INTERNATIONAL FINANCE Tutorial 5 Answers Chapter 10 10. Translation Exposure. Consider a period in which the U. S. dollar weakens against the euro. How will this affect the reported earnings of a U. S. -based MNC with European subsidiaries? Consider a period in which the U. S. dollar strengthens against most foreign currencies. How will this affect the reported earnings of a U. S. -based MNC with subsidiaries all over the world? ANSWER: The consolidated earnings will be increased due to the strength of the subsidiaries’ local currency (the euro).
The consolidated earnings will be reduced due to the weakness of the subsidiaries’ local currencies. 12. Economic Exposure. Longhorn Co. produces hospital equipment. Most of its revenues are in the United States. About half of its expenses require outflows in Philippine pesos (to pay for Philippine materials). Most of Longhorn’s competition is from U. S. firms that have no international business at all. How will Longhorn Co. be affected if the peso strengthens? ANSWER: If the peso strengthens, Longhorn will incur higher expenses when paying for the Philippine materials.
Because its competition is not affected in a similar manner, Longhorn Company is at a competitive disadvantage when the peso strengthens. 19. Comparing Transaction and Economic Exposure. Erie Co. has most of its business in the U. S. , except that it exports to Belgium. Its exports were invoiced in euros (Belgium’s currency) last year. It has no other economic exposure to exchange rate risk. Its main competition when selling to Belgium’s customers is a company in Belgium that sells similar products, denominated in euros. Starting today, Erie Co. plans to adjust its pricing strategy to invoice its exports in U.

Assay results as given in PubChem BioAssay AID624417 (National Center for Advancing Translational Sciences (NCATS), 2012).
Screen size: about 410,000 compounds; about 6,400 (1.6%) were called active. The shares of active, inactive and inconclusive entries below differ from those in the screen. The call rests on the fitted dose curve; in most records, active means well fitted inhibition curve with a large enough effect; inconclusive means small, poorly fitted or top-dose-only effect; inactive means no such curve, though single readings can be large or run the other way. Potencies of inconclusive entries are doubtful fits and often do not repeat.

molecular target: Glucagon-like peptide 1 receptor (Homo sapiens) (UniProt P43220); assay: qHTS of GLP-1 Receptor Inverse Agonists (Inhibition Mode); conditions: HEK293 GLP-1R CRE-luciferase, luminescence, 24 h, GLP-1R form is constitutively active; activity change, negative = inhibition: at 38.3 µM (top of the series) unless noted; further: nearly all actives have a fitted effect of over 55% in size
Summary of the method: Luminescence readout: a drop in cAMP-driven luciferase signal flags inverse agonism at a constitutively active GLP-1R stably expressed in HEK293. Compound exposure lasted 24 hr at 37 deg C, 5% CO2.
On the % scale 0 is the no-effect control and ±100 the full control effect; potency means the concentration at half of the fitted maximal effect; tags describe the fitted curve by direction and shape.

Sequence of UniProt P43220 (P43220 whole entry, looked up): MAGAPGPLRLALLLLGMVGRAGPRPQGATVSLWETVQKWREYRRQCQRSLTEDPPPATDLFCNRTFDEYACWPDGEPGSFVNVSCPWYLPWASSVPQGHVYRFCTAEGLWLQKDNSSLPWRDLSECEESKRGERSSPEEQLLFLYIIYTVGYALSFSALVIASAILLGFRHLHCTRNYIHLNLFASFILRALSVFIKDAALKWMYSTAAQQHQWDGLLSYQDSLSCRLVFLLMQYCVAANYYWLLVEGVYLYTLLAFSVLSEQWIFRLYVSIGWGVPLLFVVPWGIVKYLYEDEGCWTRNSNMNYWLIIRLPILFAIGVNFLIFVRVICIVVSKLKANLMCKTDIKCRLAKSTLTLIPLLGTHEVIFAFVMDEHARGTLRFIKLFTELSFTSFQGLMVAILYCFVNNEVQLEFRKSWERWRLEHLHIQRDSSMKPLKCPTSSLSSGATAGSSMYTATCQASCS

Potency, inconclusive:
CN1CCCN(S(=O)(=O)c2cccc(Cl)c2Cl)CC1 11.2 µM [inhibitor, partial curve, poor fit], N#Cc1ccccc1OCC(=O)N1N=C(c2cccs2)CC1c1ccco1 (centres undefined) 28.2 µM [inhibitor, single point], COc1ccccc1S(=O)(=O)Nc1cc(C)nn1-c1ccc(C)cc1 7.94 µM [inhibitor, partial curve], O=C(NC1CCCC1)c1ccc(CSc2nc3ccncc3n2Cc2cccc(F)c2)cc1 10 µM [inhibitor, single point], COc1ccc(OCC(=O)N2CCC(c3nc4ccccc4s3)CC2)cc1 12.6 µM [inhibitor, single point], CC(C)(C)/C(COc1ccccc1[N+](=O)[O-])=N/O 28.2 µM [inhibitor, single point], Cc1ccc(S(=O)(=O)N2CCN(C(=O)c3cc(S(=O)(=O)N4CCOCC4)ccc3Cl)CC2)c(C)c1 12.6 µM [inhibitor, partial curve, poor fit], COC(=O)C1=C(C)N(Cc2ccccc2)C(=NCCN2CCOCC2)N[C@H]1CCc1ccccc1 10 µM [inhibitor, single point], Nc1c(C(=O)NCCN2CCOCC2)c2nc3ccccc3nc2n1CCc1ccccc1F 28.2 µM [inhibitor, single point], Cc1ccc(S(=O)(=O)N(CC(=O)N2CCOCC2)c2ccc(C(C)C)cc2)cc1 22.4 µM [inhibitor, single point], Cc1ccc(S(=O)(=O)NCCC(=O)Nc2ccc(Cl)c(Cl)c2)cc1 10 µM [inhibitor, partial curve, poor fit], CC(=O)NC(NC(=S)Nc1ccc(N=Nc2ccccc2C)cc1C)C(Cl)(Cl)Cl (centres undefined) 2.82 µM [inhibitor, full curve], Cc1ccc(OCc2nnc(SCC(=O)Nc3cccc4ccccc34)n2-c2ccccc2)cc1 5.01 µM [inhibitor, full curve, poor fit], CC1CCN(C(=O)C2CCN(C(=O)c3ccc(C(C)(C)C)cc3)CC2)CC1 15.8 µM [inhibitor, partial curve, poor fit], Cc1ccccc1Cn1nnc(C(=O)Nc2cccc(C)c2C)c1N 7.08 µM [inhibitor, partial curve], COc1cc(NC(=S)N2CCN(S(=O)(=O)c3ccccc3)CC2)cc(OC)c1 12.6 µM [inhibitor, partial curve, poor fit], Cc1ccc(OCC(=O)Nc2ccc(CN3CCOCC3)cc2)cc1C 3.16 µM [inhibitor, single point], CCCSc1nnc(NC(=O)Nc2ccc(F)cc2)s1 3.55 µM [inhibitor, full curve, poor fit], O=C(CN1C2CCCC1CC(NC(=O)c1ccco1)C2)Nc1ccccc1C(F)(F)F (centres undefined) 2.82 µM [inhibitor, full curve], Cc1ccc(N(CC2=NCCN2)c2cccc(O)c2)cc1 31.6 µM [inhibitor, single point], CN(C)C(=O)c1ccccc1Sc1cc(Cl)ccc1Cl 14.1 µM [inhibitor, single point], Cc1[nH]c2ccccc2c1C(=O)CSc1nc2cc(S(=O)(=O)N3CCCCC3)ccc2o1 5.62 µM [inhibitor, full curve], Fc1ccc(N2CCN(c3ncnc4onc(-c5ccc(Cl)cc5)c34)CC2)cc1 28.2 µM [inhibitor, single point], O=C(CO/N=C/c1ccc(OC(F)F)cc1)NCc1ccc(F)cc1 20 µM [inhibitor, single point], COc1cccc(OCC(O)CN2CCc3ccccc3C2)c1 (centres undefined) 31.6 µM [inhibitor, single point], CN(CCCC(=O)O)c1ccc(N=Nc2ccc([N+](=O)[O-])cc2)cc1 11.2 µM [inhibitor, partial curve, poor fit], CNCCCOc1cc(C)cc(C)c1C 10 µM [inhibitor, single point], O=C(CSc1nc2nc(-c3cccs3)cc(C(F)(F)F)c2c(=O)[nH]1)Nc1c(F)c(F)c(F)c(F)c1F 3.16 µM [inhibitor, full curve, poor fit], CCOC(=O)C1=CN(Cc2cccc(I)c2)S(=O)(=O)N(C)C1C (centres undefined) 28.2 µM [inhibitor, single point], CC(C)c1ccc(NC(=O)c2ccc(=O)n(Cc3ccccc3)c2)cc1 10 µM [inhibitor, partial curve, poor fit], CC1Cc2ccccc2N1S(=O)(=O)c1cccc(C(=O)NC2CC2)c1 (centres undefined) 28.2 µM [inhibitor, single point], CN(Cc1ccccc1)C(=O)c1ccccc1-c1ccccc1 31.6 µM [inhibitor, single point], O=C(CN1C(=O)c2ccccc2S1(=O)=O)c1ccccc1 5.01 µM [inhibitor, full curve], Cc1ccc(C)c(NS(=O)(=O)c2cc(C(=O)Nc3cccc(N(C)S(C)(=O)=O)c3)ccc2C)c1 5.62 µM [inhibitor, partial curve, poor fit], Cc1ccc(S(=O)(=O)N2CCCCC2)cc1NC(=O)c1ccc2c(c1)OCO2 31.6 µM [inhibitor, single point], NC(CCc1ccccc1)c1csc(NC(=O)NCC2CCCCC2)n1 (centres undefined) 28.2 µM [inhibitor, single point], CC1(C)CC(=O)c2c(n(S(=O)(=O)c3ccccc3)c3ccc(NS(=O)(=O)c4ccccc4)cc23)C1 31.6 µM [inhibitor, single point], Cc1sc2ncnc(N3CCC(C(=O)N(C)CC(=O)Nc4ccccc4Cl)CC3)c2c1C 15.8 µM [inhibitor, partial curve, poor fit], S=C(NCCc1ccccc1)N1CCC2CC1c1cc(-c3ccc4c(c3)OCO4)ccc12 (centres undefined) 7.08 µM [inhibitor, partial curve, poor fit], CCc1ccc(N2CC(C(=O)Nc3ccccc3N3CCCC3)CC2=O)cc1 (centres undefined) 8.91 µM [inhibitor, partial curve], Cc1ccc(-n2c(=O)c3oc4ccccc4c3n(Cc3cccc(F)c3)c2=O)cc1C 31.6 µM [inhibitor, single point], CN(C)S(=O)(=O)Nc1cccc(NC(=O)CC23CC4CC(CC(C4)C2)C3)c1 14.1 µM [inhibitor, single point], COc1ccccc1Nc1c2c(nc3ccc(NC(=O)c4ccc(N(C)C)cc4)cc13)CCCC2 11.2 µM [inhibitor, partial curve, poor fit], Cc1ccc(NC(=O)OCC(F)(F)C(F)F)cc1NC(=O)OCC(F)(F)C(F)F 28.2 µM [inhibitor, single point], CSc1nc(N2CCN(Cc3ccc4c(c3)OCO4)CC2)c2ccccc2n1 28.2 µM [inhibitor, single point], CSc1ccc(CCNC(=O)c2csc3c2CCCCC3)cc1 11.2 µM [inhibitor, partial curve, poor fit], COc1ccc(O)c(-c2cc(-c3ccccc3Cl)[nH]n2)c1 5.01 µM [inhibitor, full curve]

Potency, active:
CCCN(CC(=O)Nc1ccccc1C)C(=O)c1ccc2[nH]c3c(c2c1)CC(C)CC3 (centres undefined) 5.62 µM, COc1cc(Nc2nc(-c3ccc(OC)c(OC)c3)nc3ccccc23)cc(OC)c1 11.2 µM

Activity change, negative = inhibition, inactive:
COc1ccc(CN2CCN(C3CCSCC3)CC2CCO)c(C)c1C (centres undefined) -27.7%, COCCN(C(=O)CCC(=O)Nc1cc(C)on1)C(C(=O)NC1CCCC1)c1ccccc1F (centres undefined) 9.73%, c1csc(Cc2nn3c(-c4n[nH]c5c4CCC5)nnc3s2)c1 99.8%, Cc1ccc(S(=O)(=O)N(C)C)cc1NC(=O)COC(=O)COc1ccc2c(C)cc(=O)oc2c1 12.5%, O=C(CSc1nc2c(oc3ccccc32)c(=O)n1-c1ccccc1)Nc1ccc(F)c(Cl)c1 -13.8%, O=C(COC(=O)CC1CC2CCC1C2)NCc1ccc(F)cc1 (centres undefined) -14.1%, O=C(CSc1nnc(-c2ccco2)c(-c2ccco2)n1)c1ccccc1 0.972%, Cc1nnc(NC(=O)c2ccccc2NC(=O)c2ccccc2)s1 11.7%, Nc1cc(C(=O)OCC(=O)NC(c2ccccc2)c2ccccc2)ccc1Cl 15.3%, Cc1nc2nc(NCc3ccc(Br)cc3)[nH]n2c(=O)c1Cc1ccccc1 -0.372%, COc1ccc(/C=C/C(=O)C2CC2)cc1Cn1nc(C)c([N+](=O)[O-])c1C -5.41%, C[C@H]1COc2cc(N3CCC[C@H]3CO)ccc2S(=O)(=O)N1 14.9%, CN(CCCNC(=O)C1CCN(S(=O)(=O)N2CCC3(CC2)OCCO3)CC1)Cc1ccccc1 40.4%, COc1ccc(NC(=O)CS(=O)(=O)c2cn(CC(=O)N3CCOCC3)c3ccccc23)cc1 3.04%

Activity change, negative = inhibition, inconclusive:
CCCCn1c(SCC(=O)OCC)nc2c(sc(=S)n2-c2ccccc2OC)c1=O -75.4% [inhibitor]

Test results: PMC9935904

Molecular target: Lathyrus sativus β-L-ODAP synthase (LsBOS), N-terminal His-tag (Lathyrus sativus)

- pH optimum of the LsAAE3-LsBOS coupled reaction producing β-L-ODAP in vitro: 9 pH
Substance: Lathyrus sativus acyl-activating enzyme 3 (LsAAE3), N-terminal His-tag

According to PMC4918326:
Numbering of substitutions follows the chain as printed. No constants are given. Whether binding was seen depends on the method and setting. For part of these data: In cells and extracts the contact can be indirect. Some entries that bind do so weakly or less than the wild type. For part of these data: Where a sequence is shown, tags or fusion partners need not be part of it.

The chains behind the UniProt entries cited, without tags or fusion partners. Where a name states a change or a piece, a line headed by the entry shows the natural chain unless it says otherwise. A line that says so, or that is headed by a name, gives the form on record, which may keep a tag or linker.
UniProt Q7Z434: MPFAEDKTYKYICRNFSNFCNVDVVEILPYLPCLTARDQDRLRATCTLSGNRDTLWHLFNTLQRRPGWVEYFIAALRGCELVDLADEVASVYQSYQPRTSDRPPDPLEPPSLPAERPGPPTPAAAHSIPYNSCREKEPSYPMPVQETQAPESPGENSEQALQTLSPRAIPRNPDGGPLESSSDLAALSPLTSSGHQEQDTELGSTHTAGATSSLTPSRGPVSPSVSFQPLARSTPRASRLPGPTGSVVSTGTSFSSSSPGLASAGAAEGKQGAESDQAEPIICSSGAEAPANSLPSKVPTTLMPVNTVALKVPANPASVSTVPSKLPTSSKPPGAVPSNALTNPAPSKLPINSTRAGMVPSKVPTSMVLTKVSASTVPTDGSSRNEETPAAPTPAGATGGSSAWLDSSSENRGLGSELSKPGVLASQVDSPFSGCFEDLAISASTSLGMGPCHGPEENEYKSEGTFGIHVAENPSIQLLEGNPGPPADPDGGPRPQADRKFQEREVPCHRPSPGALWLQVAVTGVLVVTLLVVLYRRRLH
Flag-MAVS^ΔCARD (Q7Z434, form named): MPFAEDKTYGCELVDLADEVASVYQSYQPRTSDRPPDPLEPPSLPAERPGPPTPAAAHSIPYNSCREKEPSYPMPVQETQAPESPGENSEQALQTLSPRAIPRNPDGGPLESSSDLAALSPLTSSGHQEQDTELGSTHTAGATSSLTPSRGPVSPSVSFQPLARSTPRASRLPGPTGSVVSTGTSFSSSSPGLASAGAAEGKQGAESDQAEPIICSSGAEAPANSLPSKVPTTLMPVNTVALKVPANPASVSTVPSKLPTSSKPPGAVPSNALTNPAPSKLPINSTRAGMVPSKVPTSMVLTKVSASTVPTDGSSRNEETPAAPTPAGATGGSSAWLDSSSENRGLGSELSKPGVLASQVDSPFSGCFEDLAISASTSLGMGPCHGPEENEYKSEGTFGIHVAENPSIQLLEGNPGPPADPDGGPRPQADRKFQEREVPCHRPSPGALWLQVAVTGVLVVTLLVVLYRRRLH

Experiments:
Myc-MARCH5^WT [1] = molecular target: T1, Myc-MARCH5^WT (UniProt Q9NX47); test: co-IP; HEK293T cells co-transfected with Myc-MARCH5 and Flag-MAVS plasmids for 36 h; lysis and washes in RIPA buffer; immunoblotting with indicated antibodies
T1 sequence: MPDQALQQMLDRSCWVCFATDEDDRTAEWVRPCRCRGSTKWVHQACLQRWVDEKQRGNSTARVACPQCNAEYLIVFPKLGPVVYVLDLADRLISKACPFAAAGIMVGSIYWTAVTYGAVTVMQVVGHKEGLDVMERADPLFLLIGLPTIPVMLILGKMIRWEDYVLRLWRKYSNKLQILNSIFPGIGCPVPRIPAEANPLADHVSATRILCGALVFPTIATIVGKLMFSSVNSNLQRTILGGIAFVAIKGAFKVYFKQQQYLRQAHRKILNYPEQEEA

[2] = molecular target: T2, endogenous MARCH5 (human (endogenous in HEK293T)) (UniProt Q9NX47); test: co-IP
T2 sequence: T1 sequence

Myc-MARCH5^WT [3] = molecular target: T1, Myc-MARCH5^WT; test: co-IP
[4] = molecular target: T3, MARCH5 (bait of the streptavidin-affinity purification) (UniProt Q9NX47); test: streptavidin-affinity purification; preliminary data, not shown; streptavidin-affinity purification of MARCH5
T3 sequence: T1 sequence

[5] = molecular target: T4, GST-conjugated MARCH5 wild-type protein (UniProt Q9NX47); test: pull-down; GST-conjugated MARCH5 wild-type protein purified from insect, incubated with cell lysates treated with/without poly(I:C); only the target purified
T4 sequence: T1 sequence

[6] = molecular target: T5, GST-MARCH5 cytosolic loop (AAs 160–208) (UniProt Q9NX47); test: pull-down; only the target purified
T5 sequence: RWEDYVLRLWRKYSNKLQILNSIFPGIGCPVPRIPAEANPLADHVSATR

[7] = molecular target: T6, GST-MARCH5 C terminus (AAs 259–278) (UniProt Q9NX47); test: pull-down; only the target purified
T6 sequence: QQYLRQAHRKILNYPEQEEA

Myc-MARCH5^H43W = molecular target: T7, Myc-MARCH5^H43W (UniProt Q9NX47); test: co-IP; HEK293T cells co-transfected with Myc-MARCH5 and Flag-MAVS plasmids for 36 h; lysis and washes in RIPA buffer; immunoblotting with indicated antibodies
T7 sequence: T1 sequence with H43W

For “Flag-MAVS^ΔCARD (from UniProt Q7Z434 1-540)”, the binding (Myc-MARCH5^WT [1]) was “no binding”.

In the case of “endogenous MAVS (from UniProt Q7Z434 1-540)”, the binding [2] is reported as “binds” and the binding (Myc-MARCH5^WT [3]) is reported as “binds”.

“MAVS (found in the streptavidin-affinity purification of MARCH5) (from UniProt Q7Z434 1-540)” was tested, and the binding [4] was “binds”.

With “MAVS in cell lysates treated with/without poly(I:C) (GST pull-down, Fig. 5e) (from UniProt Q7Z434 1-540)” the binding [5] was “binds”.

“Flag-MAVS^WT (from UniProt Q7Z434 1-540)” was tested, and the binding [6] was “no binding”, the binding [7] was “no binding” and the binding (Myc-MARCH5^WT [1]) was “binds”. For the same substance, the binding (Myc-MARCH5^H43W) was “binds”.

S. dollars instead of euros. Based on the new strategy, will Erie Co. be subject to economic exposure to exchange rate risk in the future? Briefly explain. ANSWER: Economic exposure still exists because a weak euro would encourage Belgian customers to switch to local competitors. Chapter 12 7. Limitations of Hedging Translation Exposure. Bartunek Co. is a U. S. -based MNC that has European subsidiaries and wants to hedge its translation exposure to fluctuations in the euro’s value. Explain some limitations when it hedges translation exposure. ANSWER: The limitations are as follows.
First, Bartunek Inc. needs to forecast its foreign subsidiary earnings and may forecast inaccurately. Thus, it will hedge against a level of foreign earnings that differs from actual foreign earnings. Second, forward contracts are not available for all currencies, although Bartunek will not be affected by this limitation since forward contracts in euros are available. Third, transaction exposure may be increased as a result of hedging translation exposure. 10. Comparing Degrees of Translation Exposure. Nelson Co. is a U. S. firm with annual export sales to Singapore of about S$800 million.